Release Planes versus Release Trains
There is a lot of talk these days about SAFe. I have a lot of respect for what Dean Leffingwell has done but there is a minor use of language that has been bugging me in recent days. Just as I disagree in using farm animals to describe people on a Scrum team, I believe the Release Train metaphor is dated and has its limitations. I believe, when doing Agile at scale, a Release (Jet) Plane offers a better representation of the complexity of enterprise level delivery processes.
When I think of a train, I think Amtrak in the NorthEast Corridor, the DC Metro, or School House Rock. I don’t think of a train when thinking of the most modern or efficient mode of transportation. So, why pick the train?
I get the metaphor:
- The train departs the station and arrives at the next destination on a reliable schedule.
- All “cargo,” including code, documentation, etc., goes on the train.
- Most people needed on the train are dedicated to the train.
When speaking to architecture, SAFe refers to architectural runway, not architectural train tracks or a rail-yard. It’s a mixed use of transportation metaphors that is not explained. The runway is a perfect alignment with my Release Plane metaphor.
- Most people needed on the plane are dedicated to the plane. Sure, each plane has a flight crew but they also have a ground crew at each airport (DevOps).
- All “cargo,” including code, documentation, etc., goes on the plane. I also recognize that some cargo is more valuable than others. Let’s put them in first class or allow early boarding.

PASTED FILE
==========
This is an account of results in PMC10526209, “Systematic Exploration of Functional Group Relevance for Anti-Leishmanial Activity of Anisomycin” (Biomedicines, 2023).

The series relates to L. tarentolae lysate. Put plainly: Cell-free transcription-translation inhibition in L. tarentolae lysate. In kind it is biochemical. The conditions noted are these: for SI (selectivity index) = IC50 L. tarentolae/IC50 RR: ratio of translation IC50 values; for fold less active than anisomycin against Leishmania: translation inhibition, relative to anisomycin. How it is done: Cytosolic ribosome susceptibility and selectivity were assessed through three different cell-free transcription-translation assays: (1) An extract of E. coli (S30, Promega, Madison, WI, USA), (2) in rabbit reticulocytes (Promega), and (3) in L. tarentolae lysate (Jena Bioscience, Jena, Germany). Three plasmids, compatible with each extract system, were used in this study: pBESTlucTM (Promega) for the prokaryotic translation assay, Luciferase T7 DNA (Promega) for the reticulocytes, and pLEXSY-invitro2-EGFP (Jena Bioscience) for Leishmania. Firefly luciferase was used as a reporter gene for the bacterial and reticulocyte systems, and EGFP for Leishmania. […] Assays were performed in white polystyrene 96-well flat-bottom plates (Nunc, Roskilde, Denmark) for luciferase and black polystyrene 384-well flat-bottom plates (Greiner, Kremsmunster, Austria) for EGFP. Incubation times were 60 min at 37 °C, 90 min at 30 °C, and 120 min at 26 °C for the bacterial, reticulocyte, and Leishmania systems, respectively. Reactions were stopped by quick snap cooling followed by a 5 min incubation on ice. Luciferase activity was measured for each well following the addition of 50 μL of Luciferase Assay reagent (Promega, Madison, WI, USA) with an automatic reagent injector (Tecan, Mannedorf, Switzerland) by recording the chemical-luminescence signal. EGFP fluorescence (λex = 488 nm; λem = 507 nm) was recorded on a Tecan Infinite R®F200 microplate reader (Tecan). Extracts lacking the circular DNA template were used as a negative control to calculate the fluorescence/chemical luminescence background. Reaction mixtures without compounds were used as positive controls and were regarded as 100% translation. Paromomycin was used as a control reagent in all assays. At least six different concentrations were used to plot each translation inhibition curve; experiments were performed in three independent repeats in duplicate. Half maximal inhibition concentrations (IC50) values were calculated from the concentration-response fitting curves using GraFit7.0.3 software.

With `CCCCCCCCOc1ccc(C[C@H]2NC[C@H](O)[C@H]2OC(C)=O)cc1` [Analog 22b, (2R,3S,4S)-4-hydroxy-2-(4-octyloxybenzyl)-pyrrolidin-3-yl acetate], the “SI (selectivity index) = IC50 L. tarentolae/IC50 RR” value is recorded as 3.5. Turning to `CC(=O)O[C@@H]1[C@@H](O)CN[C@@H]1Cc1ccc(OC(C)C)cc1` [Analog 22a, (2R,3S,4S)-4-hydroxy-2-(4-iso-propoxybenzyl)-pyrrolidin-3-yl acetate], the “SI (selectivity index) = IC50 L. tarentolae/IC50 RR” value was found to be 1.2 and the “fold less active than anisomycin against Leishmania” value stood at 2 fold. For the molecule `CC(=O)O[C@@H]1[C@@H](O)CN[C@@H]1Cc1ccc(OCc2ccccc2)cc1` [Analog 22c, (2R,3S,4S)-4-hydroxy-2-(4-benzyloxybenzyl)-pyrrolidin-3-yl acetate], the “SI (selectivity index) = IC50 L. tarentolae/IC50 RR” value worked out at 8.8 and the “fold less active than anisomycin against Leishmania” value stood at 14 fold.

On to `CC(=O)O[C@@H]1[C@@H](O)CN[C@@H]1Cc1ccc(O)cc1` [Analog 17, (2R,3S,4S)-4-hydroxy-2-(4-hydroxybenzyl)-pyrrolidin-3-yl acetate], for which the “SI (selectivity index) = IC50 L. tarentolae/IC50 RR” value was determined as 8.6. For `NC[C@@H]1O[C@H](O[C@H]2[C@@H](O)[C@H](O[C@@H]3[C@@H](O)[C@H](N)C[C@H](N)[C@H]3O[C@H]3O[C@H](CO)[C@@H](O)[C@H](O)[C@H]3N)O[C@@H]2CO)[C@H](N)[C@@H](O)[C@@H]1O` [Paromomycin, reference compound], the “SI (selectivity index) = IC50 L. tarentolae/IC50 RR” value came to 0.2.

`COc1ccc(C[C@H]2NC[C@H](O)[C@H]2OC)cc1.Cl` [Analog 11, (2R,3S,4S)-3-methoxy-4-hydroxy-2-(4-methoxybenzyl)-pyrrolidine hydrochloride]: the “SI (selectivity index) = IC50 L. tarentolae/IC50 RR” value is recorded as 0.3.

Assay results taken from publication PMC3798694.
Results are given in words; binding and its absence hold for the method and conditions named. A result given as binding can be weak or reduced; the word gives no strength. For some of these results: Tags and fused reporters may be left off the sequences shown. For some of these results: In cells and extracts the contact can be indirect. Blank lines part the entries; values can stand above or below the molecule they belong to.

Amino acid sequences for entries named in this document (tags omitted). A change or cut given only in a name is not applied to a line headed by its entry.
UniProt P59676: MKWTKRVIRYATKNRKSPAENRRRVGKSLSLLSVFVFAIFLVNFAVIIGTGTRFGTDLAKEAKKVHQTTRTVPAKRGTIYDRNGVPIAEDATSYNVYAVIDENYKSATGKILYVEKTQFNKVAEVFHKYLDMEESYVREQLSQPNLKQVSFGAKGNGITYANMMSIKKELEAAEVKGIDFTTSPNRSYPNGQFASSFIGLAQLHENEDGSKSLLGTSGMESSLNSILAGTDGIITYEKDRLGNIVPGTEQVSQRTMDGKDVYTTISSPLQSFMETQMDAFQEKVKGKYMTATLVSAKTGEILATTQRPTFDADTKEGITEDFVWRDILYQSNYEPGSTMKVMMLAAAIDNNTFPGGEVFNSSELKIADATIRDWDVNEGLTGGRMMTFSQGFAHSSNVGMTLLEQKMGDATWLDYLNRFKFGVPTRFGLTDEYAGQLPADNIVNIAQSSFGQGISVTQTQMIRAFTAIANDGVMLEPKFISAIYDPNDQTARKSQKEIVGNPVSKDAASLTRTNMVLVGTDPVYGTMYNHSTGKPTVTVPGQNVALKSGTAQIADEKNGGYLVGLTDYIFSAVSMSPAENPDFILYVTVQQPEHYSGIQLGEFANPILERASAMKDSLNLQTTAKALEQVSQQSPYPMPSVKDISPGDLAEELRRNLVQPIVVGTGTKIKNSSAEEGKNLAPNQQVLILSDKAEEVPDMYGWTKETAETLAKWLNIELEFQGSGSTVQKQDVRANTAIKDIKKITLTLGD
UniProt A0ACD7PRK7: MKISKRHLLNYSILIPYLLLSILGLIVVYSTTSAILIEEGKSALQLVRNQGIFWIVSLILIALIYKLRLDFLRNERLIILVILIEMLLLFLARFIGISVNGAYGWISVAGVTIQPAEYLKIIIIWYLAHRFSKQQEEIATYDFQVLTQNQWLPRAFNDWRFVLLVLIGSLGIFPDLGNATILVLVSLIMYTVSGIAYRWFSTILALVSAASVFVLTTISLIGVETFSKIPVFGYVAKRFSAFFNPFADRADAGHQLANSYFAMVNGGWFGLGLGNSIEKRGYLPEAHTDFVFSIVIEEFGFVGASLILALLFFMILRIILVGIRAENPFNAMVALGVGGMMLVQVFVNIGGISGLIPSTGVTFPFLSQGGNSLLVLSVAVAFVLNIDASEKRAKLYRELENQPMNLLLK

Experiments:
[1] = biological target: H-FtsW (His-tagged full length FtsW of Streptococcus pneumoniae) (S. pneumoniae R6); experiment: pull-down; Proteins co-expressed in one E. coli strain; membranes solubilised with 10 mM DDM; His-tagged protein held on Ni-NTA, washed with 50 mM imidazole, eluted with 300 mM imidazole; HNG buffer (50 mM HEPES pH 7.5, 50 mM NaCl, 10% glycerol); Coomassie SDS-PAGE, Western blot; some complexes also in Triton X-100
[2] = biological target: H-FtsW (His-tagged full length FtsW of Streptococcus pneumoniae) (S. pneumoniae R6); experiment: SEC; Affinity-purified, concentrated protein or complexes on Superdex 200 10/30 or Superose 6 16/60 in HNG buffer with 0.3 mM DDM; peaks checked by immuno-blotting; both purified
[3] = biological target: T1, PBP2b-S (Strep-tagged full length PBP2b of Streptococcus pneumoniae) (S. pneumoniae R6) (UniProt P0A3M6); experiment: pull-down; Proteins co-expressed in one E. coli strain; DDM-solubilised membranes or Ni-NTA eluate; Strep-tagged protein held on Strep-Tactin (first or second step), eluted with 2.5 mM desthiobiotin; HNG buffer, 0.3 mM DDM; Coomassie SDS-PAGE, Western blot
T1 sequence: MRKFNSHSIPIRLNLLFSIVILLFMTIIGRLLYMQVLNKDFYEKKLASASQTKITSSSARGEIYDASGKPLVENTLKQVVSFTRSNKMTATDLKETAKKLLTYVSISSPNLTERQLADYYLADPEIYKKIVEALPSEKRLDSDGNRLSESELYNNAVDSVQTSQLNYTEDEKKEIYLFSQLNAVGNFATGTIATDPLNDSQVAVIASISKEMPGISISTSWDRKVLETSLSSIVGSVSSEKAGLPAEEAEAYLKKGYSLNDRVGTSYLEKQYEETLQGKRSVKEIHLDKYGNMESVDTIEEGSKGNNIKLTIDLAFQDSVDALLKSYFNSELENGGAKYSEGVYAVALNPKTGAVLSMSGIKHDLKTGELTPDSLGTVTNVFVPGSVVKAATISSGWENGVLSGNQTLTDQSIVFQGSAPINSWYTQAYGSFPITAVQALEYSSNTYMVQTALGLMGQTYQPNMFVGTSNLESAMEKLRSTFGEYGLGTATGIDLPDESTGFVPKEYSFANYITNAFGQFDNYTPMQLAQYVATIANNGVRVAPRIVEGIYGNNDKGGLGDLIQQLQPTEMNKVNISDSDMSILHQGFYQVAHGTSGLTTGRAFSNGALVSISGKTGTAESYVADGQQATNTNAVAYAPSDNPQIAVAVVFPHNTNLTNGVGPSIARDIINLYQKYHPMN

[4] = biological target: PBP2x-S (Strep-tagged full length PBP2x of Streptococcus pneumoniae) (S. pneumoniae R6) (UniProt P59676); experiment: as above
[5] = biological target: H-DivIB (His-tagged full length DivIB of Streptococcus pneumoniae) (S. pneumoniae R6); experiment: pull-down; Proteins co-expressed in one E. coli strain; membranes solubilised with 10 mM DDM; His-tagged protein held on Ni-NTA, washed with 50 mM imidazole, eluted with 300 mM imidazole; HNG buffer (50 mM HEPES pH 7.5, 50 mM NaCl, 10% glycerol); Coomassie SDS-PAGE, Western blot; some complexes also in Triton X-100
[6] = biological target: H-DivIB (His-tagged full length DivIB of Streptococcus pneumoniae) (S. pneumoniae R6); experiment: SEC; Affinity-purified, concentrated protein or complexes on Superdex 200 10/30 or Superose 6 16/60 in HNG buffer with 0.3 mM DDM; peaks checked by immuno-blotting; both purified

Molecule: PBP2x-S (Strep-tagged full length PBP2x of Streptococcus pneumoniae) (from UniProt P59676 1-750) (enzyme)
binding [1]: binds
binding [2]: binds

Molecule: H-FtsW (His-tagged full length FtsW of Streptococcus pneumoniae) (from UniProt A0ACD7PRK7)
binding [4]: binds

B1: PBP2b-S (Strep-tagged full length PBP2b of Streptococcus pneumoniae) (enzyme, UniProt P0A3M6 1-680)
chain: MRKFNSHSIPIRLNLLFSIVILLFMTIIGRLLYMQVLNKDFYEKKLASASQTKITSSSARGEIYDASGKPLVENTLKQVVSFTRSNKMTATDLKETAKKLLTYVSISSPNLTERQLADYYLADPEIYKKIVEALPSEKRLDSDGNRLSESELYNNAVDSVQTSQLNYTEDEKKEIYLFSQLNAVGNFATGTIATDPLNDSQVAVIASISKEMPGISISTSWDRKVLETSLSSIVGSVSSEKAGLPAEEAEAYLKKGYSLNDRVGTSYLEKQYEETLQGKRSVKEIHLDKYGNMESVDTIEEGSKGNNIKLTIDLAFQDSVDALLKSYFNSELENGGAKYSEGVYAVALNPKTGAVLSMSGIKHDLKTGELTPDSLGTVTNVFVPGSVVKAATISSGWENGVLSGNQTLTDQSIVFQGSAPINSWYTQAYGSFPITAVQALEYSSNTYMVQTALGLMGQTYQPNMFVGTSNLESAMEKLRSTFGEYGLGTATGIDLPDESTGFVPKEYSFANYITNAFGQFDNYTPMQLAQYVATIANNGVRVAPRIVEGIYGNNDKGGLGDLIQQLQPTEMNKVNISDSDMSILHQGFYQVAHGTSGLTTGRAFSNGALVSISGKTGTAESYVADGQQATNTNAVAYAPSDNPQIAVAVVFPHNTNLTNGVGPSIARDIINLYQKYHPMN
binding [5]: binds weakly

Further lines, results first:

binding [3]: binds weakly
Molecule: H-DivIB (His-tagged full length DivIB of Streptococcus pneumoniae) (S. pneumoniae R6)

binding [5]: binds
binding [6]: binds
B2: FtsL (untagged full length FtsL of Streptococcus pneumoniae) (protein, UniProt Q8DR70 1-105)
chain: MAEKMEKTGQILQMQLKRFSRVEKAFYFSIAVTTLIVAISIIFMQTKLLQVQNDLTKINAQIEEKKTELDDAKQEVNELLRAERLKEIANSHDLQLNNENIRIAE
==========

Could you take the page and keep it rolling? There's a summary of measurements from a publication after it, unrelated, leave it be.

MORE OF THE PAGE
- Planes depart airports and arrive at the next destination on a reliable schedule, unless you fly American Airlines.
A few more comparisons:
- When you go to the airport and try to get you and your luggage on a plane, don’t you and your luggage (the cargo) go through a series of checkpoints?
- If you don’t get past a checkpoint, do you still think you’re going to get on the plane? This should be pointed out.
- Doesn’t everyone have to comply with cargo size limitations? Again, this should be pointed out.
None of these additional comparisons apply to the release train metaphor as well as the release plane.
I just thought I would bring this up. Can you think of any other things that would apply to my plane metaphor? Maybe we’ll see the release plane used in SAFe 4.0.
There are others on the ground protecting you while in the air. Air traffic controllers insure that no one gets in your path and that obstacles are removed. Executives and Program Management should provide that protection.
Steve, I totally agree. There should be someone or a group who see the bigger picture. They see the obstacles. Air traffic controllers would be a great addition.
Mike – another attribute of a train metaphor is the capacity to add or remove cars to the train before it leaves the station.
So multiple Dev teams may have indepemdent components that either make a release or not. That is their car being hooked up to the release engine with associated marketing, installation process, doc version, etc.
The “release train” metaphor makes more sense perhaps in countries with better rail services? It’s more a reflection on the standard of train services where you live perhaps, as a lot of the “advantages” with air travel that you cite also apply to train services elsewhere.
Some countries offer the equivalent of ground crew and check-in for trains, in Europe for example.
Christopher, that one made me think. Thank you. I did not consider Europe, when comparing train versus plane service. That said, I wonder if SAFe is getting as much press in Europe as in the States.
I agree with 90% of what is here, yes plane makes more sense with both runway, the rest of metaphor and the fact that most business people actually take planes BECAUSE they are more Agile / Lean. A train is tied to its tracks, etc and moves slower generally speaking.
SAFe draws the agile release train on their diagrams like a bullet train so I see that intention related to high speed. The only advantage to the train metaphor in my mind is the EASE with which a person can get on or off a train. Lean-Agile does talk about ease of transitions, whereas the airport is anything but an easy transition.